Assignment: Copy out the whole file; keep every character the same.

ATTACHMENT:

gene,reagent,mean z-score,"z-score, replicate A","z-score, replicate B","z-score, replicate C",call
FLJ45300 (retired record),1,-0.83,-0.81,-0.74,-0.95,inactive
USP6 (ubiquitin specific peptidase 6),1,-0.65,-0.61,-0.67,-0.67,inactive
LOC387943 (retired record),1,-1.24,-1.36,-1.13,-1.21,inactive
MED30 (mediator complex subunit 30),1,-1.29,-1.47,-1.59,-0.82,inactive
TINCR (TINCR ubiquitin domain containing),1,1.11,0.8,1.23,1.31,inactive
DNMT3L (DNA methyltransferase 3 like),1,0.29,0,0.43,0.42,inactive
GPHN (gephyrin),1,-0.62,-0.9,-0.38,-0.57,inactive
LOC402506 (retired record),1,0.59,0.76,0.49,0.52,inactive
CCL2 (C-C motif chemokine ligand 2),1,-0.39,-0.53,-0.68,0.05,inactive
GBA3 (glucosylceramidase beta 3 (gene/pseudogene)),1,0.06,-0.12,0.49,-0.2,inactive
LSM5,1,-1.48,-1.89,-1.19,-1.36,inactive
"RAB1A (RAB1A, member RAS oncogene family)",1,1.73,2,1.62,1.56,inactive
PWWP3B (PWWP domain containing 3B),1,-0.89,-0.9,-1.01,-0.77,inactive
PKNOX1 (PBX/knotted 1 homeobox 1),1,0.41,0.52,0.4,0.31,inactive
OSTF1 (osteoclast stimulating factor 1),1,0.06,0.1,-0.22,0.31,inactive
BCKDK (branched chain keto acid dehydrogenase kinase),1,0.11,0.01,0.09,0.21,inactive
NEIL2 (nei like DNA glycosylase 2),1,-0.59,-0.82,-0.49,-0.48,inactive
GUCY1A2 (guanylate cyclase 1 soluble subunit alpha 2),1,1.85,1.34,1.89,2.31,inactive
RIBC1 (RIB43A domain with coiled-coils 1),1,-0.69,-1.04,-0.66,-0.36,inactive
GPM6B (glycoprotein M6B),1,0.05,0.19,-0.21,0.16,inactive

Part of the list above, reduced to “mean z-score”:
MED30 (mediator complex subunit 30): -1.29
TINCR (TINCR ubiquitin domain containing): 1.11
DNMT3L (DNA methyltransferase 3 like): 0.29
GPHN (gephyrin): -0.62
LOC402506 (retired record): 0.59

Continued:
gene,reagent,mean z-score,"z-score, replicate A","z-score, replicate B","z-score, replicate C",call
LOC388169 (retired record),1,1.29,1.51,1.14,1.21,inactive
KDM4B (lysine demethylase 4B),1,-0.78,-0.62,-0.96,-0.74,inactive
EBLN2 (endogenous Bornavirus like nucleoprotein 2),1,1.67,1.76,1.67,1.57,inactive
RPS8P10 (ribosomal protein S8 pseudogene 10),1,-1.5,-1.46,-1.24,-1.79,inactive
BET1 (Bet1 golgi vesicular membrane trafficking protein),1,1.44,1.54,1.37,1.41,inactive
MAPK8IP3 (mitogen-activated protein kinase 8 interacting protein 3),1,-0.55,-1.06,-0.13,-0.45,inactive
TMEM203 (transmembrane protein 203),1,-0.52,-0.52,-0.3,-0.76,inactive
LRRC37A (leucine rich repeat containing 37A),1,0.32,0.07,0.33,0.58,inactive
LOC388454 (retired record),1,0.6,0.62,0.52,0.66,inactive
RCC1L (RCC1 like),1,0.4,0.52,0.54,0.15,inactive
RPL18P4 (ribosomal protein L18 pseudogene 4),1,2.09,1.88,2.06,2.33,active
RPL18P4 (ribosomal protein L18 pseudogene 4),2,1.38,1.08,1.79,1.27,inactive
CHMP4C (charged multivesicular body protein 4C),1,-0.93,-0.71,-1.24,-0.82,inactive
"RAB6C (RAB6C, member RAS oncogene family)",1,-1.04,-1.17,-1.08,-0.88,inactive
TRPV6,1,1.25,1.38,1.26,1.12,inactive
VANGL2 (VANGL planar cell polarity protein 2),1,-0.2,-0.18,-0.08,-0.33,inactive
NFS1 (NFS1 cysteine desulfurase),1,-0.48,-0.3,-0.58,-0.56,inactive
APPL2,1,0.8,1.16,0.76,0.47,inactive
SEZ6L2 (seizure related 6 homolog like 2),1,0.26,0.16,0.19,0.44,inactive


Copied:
gene,reagent,mean z-score,"z-score, replicate A","z-score, replicate B","z-score, replicate C",call
FLJ45300 (retired record),1,-0.83,-0.81,-0.74,-0.95,inactive
USP6 (ubiquitin specific peptidase 6),1,-0.65,-0.61,-0.67,-0.67,inactive
LOC387943 (retired record),1,-1.24,-1.36,-1.13,-1.21,inactive
MED30 (mediator complex subunit 30),1,-1.29,-1.47,-1.59,-0.82,inactive
TINCR (TINCR ubiquitin domain containing),1,1.11,0.8,1.23,1.31,inactive
DNMT3L (DNA methyltransferase 3 like),1,0.29,0,0.43,0.42,inactive
GPHN (gephyrin),1,-0.62,-0.9,-0.38,-0.57,inactive
LOC402506 (retired record),1,0.59,0.76,0.49,0.52,inactive
CCL2 (C-C motif chemokine ligand 2),1,-0.39,-0.53,-0.68,0.05,inactive
GBA3 (glucosylceramidase beta 3 (gene/pseudogene)),1,0.06,-0.12,0.49,-0.2,inactive
LSM5,1,-1.48,-1.89,-1.19,-1.36,inactive
"RAB1A (RAB1A, member RAS oncogene family)",1,1.73,2,1.62,1.56,inactive
PWWP3B (PWWP domain containing 3B),1,-0.89,-0.9,-1.01,-0.77,inactive
PKNOX1 (PBX/knotted 1 homeobox 1),1,0.41,0.52,0.4,0.31,inactive
OSTF1 (osteoclast stimulating factor 1),1,0.06,0.1,-0.22,0.31,inactive
BCKDK (branched chain keto acid dehydrogenase kinase),1,0.11,0.01,0.09,0.21,inactive
NEIL2 (nei like DNA glycosylase 2),1,-0.59,-0.82,-0.49,-0.48,inactive
GUCY1A2 (guanylate cyclase 1 soluble subunit alpha 2),1,1.85,1.34,1.89,2.31,inactive
RIBC1 (RIB43A domain with coiled-coils 1),1,-0.69,-1.04,-0.66,-0.36,inactive
GPM6B (glycoprotein M6B),1,0.05,0.19,-0.21,0.16,inactive

Part of the list above, reduced to “mean z-score”:
MED30 (mediator complex subunit 30): -1.29
TINCR (TINCR ubiquitin domain containing): 1.11
DNMT3L (DNA methyltransferase 3 like): 0.29
GPHN (gephyrin): -0.62
LOC402506 (retired record): 0.59

Continued:
gene,reagent,mean z-score,"z-score, replicate A","z-score, replicate B","z-score, replicate C",call
LOC388169 (retired record),1,1.29,1.51,1.14,1.21,inactive
KDM4B (lysine demethylase 4B),1,-0.78,-0.62,-0.96,-0.74,inactive
EBLN2 (endogenous Bornavirus like nucleoprotein 2),1,1.67,1.76,1.67,1.57,inactive
RPS8P10 (ribosomal protein S8 pseudogene 10),1,-1.5,-1.46,-1.24,-1.79,inactive
BET1 (Bet1 golgi vesicular membrane trafficking protein),1,1.44,1.54,1.37,1.41,inactive
MAPK8IP3 (mitogen-activated protein kinase 8 interacting protein 3),1,-0.55,-1.06,-0.13,-0.45,inactive
TMEM203 (transmembrane protein 203),1,-0.52,-0.52,-0.3,-0.76,inactive
LRRC37A (leucine rich repeat containing 37A),1,0.32,0.07,0.33,0.58,inactive
LOC388454 (retired record),1,0.6,0.62,0.52,0.66,inactive
RCC1L (RCC1 like),1,0.4,0.52,0.54,0.15,inactive
RPL18P4 (ribosomal protein L18 pseudogene 4),1,2.09,1.88,2.06,2.33,active
RPL18P4 (ribosomal protein L18 pseudogene 4),2,1.38,1.08,1.79,1.27,inactive
CHMP4C (charged multivesicular body protein 4C),1,-0.93,-0.71,-1.24,-0.82,inactive
"RAB6C (RAB6C, member RAS oncogene family)",1,-1.04,-1.17,-1.08,-0.88,inactive
TRPV6,1,1.25,1.38,1.26,1.12,inactive
VANGL2 (VANGL planar cell polarity protein 2),1,-0.2,-0.18,-0.08,-0.33,inactive
NFS1 (NFS1 cysteine desulfurase),1,-0.48,-0.3,-0.58,-0.56,inactive
APPL2,1,0.8,1.16,0.76,0.47,inactive
SEZ6L2 (seizure related 6 homolog like 2),1,0.26,0.16,0.19,0.44,inactive